Helpful? 0

How best to insulate the roof/attic space of a Cape Cod?

Hi Martin,

Thank you for your article on radiant barriers. I hope you can help me. I
have a (hot in the summer, cold in the winter 2nd floor) approximately 1,300
(about 650 per floor) sq ft Cape Cod on Long Island, built in 1956 w/2 x 4 16" oc construction. I have already re-insulated w/R-13, vapor barrier fiberglass and added new drywall to the 1st floor. The 2nd floor has 2 bedrooms separated by the stairs in the center of the house. The 2nd floor
has an attic or crawl space, behind the knee walls, and though recently
insulated with R 19, is quite drafty due to the non sheathing and board built
exterior walls wrapped in tar paper. I am dormering the back of the 2nd floor
to add space (bedroom and bath). My contractor has said he will eliminate the
ridge vent and build a roll roof. As you know and as I have read, the later
will invite wind driven rain/snow into the attic. I will purchase a gable fan
to help eliminate heat in the summer. I was going to have a radiant barrier
to help keep the 2nd floor cooler during the summers as it gets quite warm up
there, (partly due to the old/original insulation), but after reading your article I’ll no longer
be doing that. I will also add a vented sky light at the top of the 2nd floor stairs to help exhaust summer heat and cooking heat/odors (humidity?) as the heat goes up the stairs to the 2nd
floor, as the stairs acts like a chimney.

My question is how to best insulate the 2nd floor? My contractor will be
wrapping the entire house w/Tyvek (over the existing asbestos? shingles - is this a good idea?)
and adhering to it ¾ inch DuPont “blue board” under vinyl siding. I am
leaning towards blowing in insulation in the walls and adding between the
roof rafters, rafter vents, to run from the 1st floor exterior
overhang vents to the ridge. Should I also add insulation around/underneath these
vents? I want to exhaust heat through the gables, hoping
to help keep the roof cooler and 2nd fl warmer in winter. Also, though the 2nd floor is finished (1960), I’m ripping out the existing drywall and old insulation so I can blow in
new insulation into the walls. What’s your opinion on how best to proceed?

Jeff

Asked by Jeffrey Kolsch
Posted Mon, 10/24/2011 - 09:41
Edited Mon, 10/24/2011 - 10:38

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6 Answers

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1.
Helpful? 0

Jeff,
1. Since you are asking how to insulate your house, here's my advice: instead of adding only 3/4 inch of rigid foam, add 2 inches. I suggest you use polyisocyanurate instead of blue Styrofoam (XPS), since polyiso is more environmentally benign. That way you can add R-13 to your walls instead of R-3.7.

2. It's good that you decided not to install a radiant barrier. Here's something else you can get rid of: the powered attic fan you want to install in your attic gable. There have been many studies that show that such a fan will use more energy than it saves.

3. If you are gutting the upstairs, you have an opportunity to insulate with a wide variety of materials. If you like blown-in insulation, I suggest you install cellulose. Choose a contractor familiar with the dense-packing method.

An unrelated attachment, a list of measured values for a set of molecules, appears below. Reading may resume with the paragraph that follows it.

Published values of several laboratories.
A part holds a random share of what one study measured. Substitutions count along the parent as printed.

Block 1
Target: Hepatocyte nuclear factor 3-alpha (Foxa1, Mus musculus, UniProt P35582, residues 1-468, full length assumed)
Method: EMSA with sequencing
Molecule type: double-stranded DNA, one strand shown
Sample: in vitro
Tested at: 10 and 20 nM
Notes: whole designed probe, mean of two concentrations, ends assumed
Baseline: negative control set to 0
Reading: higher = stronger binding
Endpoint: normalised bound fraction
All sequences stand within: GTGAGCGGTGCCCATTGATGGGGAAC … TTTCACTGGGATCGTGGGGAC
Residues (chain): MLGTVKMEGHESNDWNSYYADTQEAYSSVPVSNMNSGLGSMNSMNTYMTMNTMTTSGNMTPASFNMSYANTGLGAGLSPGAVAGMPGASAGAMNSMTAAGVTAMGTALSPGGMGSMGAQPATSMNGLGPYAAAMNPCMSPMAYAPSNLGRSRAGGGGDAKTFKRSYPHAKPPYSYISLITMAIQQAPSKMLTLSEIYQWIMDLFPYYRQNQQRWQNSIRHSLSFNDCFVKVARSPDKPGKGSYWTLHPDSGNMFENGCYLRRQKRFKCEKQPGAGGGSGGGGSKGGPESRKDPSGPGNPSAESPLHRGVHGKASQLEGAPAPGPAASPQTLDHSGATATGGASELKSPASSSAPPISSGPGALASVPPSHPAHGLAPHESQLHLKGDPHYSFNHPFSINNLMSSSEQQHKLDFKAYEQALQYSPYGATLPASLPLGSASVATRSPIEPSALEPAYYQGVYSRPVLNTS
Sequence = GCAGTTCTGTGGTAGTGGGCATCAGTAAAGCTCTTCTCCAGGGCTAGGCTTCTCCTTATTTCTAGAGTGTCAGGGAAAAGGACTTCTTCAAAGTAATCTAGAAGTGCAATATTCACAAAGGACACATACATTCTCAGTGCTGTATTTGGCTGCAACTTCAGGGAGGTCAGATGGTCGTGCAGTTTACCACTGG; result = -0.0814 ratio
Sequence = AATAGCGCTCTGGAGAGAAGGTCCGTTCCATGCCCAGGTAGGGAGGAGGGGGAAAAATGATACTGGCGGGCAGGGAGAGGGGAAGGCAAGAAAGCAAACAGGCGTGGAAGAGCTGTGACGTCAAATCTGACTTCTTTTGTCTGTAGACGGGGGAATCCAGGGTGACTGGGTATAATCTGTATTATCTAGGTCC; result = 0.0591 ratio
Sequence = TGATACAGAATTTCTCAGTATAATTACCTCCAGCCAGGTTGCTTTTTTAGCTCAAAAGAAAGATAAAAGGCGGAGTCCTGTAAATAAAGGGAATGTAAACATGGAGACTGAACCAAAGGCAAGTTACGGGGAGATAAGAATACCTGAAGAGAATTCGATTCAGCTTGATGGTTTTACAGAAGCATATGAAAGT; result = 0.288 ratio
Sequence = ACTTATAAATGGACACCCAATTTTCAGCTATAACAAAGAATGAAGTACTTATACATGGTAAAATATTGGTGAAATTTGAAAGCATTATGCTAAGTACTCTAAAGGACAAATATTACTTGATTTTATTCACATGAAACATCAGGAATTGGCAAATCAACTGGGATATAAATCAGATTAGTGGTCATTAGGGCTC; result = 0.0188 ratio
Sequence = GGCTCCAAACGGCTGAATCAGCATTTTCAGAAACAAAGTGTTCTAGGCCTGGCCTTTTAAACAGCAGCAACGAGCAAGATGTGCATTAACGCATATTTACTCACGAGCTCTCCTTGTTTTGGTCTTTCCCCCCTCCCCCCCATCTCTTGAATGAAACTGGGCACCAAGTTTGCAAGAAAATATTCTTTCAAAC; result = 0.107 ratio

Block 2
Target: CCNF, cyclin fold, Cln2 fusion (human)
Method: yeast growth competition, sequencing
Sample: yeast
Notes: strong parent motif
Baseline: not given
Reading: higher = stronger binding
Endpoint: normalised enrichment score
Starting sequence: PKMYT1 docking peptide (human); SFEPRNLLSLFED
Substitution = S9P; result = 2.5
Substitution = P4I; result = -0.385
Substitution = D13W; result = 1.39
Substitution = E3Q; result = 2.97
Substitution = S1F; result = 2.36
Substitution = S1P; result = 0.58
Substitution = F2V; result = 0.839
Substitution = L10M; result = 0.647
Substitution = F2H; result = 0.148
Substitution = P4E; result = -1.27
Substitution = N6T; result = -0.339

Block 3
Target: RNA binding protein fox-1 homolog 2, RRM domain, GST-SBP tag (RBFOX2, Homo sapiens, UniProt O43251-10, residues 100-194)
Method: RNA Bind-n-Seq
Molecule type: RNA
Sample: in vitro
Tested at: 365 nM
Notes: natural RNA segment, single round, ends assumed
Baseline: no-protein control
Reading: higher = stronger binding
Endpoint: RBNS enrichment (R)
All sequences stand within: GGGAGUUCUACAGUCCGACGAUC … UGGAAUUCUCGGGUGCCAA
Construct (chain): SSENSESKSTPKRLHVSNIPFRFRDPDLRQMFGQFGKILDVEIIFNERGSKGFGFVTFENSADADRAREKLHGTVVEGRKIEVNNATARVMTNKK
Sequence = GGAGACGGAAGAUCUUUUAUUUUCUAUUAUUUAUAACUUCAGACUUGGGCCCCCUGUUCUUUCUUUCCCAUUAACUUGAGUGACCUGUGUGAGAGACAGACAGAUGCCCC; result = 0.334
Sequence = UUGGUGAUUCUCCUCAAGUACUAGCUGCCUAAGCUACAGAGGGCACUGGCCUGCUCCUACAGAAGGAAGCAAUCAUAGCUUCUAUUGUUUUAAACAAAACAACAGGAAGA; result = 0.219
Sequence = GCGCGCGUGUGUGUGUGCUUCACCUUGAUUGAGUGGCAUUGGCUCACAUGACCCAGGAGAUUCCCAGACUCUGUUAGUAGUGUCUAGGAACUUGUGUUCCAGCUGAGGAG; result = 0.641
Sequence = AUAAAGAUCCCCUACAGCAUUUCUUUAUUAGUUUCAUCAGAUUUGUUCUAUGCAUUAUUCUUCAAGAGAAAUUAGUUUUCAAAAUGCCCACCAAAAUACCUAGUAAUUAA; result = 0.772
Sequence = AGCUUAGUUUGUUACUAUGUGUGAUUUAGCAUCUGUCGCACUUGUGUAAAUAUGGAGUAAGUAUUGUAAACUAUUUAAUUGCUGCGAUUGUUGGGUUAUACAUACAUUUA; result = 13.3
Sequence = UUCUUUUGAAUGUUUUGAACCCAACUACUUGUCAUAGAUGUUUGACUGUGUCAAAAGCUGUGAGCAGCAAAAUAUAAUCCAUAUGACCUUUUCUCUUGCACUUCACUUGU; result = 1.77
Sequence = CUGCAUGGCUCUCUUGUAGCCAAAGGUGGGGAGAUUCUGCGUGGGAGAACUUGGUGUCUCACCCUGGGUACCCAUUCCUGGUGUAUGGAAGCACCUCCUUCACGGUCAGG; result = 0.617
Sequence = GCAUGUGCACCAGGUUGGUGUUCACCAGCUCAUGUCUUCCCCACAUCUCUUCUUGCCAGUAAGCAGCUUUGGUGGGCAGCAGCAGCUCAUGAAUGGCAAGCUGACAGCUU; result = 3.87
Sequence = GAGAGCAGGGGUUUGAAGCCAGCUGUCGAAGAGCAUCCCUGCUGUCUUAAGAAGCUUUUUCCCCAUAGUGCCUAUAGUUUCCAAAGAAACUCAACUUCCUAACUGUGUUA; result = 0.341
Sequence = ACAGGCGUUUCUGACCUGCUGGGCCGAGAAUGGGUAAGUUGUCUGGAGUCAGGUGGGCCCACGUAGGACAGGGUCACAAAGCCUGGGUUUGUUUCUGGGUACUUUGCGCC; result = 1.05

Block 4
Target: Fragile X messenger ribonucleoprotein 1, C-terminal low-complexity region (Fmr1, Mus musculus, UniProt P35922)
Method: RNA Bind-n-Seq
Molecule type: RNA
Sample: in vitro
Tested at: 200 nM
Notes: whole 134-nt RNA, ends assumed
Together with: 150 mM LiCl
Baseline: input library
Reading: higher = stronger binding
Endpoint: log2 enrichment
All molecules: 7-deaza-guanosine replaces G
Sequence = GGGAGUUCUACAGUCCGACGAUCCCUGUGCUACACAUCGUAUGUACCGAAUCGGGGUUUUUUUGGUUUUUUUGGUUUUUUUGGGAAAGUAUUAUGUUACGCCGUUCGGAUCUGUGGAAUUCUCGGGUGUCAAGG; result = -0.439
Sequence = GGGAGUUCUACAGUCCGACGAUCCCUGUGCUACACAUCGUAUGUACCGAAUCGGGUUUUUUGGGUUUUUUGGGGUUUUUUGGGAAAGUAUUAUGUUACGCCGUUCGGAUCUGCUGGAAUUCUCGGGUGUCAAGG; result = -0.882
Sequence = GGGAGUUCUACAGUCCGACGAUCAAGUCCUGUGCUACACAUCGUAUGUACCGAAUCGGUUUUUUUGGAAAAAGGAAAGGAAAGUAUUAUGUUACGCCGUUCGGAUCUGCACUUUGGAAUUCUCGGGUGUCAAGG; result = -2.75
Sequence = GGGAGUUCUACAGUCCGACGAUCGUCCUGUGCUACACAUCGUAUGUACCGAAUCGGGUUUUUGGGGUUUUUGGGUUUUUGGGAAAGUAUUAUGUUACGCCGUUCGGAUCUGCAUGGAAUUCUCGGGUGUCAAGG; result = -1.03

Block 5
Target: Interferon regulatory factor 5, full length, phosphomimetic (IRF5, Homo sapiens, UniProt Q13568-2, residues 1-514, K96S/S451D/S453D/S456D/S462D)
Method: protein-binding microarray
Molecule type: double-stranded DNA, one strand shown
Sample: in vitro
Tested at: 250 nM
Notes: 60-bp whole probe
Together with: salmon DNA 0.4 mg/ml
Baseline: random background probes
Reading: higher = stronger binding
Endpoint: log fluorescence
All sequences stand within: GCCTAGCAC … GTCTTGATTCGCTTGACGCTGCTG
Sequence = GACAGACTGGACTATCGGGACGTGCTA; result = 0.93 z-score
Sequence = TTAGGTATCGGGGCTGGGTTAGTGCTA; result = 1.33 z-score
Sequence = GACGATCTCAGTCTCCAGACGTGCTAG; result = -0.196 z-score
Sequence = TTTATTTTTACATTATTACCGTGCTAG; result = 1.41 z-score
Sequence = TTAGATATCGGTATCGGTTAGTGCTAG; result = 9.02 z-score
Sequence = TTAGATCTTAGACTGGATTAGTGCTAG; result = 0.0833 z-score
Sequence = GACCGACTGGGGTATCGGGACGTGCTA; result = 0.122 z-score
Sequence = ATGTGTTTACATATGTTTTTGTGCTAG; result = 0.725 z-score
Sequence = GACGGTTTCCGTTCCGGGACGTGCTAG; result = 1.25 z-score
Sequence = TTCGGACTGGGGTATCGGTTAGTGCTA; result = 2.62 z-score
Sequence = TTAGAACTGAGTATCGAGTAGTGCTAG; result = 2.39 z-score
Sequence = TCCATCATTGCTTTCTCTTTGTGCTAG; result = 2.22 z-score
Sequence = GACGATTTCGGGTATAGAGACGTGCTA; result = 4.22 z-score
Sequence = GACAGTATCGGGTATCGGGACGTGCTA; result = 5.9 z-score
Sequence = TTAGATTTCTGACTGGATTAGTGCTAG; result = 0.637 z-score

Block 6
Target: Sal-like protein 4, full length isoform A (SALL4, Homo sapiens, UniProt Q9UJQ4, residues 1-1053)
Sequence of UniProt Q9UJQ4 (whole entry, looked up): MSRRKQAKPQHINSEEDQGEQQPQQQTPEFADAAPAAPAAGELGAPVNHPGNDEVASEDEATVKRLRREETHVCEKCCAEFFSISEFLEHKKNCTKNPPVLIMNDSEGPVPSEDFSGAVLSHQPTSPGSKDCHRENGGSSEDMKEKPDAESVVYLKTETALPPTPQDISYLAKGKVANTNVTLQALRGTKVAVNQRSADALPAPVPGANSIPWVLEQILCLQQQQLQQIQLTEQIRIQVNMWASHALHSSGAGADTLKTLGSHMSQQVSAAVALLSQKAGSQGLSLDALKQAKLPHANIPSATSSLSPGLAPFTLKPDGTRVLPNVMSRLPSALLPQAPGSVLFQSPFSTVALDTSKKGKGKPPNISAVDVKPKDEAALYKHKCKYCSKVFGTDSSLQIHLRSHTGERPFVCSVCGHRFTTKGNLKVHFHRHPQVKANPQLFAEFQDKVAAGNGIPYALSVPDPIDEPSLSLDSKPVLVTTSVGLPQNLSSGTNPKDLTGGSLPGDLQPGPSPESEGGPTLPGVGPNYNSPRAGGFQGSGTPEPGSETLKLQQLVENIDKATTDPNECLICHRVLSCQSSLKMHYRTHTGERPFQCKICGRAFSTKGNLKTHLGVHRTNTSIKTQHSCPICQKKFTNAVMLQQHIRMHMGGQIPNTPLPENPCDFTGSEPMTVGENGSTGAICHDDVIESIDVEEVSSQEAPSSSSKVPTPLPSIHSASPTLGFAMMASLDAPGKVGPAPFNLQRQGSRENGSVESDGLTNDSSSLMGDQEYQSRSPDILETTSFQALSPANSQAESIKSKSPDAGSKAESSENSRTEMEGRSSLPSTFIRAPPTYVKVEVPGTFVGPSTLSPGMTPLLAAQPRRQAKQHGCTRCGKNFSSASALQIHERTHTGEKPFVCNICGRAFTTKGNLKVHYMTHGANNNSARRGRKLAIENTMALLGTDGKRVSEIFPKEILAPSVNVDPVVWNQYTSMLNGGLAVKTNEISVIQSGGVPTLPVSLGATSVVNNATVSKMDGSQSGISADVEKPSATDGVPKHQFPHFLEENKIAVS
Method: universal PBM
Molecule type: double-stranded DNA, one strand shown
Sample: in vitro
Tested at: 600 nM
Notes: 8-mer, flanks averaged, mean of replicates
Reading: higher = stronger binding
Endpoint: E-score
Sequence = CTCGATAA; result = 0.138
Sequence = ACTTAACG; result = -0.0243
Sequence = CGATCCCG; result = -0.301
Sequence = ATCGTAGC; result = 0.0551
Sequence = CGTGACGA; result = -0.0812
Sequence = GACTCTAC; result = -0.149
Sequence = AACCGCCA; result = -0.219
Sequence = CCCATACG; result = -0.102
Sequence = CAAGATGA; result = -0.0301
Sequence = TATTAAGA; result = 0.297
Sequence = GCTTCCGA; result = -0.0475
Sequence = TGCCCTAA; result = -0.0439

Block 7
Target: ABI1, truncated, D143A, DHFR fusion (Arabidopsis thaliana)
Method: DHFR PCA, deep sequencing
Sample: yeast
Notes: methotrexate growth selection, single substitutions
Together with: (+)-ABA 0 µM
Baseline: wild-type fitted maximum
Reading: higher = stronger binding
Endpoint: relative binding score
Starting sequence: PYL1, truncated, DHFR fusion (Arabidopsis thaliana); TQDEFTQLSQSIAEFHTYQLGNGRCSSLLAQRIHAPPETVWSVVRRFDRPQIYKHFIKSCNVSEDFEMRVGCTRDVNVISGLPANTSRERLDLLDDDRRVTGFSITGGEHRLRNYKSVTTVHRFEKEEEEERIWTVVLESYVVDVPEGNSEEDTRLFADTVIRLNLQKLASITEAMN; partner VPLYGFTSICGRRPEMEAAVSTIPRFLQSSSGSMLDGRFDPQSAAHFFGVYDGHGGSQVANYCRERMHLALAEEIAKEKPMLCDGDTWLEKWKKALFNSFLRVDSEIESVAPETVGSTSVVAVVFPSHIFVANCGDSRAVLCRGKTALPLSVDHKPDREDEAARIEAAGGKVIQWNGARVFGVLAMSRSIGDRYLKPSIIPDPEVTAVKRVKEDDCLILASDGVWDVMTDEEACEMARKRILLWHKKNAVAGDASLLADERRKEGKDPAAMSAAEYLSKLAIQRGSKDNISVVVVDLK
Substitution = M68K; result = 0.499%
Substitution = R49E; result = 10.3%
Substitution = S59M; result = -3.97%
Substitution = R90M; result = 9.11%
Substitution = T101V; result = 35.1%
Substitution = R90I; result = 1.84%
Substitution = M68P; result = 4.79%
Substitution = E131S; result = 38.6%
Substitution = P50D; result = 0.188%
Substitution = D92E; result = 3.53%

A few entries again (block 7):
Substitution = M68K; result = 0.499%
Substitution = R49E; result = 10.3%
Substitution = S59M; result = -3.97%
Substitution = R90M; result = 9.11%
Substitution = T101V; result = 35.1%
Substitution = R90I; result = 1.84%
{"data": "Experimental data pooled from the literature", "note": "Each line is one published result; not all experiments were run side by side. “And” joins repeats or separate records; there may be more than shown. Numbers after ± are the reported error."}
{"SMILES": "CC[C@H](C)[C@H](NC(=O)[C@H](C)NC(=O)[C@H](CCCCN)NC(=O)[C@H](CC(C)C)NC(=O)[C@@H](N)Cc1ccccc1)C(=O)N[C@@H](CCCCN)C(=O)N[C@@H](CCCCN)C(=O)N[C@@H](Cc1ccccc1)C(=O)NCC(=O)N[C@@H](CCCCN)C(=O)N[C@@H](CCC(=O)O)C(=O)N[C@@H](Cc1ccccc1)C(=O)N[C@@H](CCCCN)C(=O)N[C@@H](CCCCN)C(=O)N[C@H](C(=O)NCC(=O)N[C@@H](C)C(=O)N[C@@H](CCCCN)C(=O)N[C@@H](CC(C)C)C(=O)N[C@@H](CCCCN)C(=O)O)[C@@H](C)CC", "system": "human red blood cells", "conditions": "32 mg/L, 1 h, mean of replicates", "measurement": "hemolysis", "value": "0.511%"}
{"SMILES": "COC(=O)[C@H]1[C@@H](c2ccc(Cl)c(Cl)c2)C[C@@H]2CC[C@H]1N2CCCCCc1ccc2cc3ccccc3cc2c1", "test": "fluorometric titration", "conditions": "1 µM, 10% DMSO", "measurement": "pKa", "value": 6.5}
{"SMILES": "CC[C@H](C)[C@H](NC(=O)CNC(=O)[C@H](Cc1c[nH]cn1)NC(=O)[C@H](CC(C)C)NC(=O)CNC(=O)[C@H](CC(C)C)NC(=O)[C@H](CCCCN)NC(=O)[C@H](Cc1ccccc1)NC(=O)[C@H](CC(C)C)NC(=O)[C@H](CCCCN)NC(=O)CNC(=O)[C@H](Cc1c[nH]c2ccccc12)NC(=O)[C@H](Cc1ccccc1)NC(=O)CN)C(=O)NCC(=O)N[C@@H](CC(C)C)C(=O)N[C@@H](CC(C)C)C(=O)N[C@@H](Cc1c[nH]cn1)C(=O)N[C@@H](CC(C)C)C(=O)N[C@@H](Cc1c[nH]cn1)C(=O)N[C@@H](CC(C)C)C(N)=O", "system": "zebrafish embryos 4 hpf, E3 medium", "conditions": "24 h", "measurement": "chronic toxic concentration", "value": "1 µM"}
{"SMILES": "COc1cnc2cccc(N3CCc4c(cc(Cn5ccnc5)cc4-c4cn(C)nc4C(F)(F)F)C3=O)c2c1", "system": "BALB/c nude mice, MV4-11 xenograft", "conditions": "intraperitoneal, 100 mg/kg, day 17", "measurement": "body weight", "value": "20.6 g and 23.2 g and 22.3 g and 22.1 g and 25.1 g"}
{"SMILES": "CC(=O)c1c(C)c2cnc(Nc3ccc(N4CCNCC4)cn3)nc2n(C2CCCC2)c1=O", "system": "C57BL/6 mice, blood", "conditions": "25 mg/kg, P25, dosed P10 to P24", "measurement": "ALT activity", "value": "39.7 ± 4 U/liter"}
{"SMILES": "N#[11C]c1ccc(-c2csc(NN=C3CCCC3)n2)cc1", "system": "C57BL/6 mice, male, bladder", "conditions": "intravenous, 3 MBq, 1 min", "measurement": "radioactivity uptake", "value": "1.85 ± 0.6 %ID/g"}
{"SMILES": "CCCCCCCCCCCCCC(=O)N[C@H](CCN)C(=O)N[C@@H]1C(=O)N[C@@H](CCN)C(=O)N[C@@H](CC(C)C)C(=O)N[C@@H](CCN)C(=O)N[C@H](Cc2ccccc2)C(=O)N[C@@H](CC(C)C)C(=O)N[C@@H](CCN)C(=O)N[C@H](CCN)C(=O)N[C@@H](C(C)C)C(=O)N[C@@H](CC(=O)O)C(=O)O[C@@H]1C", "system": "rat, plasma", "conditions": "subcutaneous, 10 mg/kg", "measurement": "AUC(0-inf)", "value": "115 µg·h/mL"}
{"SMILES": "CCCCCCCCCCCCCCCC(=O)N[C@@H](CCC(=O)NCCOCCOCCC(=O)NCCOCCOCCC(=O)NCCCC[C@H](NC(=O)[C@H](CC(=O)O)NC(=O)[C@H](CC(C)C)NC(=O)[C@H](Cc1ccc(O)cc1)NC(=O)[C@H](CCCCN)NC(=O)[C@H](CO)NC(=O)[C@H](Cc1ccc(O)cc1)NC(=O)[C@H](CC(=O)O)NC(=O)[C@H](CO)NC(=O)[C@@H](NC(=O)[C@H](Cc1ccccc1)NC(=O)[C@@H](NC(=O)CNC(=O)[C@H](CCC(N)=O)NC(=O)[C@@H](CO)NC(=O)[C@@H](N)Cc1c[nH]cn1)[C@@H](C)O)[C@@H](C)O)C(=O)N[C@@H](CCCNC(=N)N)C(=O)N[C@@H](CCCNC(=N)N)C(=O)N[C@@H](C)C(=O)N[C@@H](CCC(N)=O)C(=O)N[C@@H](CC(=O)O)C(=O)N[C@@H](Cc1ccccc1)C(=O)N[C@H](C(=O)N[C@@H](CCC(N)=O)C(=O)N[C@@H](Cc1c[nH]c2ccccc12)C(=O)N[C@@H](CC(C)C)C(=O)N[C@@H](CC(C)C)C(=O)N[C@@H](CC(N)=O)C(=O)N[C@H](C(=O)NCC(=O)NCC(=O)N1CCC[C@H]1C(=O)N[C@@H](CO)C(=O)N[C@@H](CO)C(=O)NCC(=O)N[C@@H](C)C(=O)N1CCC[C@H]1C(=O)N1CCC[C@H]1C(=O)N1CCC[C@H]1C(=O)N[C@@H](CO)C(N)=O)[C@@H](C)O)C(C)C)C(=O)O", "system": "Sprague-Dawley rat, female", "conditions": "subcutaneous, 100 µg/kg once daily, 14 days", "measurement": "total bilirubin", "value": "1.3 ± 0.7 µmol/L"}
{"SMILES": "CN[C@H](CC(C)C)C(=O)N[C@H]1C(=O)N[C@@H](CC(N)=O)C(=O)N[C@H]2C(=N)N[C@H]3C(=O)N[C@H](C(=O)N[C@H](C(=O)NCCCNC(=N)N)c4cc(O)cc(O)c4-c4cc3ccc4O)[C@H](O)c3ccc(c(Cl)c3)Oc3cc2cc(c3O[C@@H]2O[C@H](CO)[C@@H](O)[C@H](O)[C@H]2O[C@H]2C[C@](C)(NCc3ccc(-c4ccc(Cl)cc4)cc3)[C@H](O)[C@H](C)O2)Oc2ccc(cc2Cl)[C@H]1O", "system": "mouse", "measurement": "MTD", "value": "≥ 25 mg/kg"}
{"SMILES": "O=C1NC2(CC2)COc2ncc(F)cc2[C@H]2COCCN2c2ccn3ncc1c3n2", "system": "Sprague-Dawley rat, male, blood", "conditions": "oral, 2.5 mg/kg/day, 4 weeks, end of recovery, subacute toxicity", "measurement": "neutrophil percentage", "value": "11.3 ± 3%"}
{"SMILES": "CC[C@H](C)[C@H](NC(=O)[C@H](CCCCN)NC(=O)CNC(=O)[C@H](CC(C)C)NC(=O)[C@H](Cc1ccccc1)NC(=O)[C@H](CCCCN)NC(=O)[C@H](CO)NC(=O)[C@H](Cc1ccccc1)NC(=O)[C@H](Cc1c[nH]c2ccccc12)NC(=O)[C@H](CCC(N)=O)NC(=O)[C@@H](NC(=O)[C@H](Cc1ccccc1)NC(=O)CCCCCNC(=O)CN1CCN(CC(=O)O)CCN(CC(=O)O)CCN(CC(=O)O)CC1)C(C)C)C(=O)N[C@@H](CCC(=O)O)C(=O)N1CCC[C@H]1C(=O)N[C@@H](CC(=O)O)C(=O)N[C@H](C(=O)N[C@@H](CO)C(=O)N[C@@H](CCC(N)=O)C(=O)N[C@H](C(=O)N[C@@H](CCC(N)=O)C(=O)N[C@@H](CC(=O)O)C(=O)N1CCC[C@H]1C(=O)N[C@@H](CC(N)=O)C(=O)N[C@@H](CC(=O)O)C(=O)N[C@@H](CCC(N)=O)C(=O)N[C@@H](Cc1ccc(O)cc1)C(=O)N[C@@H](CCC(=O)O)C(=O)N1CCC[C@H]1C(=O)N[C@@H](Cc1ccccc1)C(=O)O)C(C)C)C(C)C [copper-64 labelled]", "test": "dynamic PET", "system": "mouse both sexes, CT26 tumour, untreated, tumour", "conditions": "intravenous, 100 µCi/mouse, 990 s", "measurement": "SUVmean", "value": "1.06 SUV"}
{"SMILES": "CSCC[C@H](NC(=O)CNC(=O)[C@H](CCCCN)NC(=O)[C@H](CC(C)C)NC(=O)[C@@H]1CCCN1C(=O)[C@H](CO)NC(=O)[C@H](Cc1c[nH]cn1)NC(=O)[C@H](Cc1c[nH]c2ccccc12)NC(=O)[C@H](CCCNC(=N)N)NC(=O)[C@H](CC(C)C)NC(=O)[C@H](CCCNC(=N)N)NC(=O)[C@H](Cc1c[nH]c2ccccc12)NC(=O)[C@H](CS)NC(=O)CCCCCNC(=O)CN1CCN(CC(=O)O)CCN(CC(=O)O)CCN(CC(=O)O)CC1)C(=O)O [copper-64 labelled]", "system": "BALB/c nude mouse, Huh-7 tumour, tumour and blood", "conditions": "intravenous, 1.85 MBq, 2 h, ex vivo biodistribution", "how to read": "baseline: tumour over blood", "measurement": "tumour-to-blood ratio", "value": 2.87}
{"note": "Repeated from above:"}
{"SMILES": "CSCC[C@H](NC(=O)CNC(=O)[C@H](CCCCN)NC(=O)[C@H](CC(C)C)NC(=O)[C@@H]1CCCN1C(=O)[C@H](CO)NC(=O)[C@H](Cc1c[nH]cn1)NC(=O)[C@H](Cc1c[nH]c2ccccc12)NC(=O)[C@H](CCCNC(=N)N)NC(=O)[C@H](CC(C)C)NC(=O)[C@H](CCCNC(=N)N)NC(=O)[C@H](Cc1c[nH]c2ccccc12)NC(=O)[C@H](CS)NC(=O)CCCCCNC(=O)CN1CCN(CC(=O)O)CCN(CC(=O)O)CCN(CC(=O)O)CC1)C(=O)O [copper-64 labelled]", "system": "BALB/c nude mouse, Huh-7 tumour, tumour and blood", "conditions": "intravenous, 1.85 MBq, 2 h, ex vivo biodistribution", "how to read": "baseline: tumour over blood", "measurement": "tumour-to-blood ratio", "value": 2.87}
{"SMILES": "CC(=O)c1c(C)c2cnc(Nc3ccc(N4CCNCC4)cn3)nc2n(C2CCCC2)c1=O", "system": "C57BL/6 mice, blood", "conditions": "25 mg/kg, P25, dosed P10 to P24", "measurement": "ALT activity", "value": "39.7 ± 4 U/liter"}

Answered by Martin Holladay, GBA Advisor
Posted Mon, 10/24/2011 - 10:09

2.
Helpful? 0

OK, thanks. I think I would have to "build-out" my window frames to accommodate the extra 2 inches of outside insulation, as the new windows are already installed everywhere else? Also, is it OK that the contractor is putting it on top of the existing siding?

Answered by Jeffrey Kolsch
Posted Thu, 10/27/2011 - 13:20

3.
Helpful? 0

Jeffrey,
Yes, your carpenter will have to install exterior jamb extensions at your windows, and new window sills.

I recommend removing the existing siding before installing rigid foam. The question was discussed recently in another Q&A thread. You can read it:
http://www.greenbuildingadvisor.com/community/forum/green-building-techn...

Answered by Martin Holladay, GBA Advisor
Posted Thu, 10/27/2011 - 13:40

4.
Helpful? 0

Martin,
Do you suggest I don't add a ridge vent to the dormer? I'd like too, as there's one now, which will be gone due to adding the dormer. And should I use rafter vents, w/ or w/o insulation under it adhering to the rafters? Thanks again.

Answered by Jeffrey Kolsch
Posted Tue, 11/01/2011 - 12:14

5.
Helpful? 0

Is it more effective to use R15 then R 13 in 2 x 4 walls?

Answered by Jeffrey Kolsch
Posted Thu, 01/12/2012 - 21:40

6.
Helpful? 0

Jeffrey,
Q. "Do you suggest I don't add a ridge vent to the dormer? I'd like too, as there's one now, which will be gone due to adding the dormer. And should I use rafter vents, w/ or w/o insulation under it adhering to the rafters?"

A. Insulated sloped roofing assemblies can be either vented or unvented. Either type of roof assembly can work well, as long as it is well detailed and as long as the R-value of the roof assembly is adequate. For more information, see How to Build an Insulated Cathedral Ceiling.

Q. "Is it more effective to use R-15 than R-13 in 2 x 4 walls?"

A. Yes. The higher the R-value, the better the performance of the wall. If you can find a way to build an R-20 or R-30 wall -- even better.

Answered by Martin Holladay, GBA Advisor
Posted Fri, 01/13/2012 - 05:06

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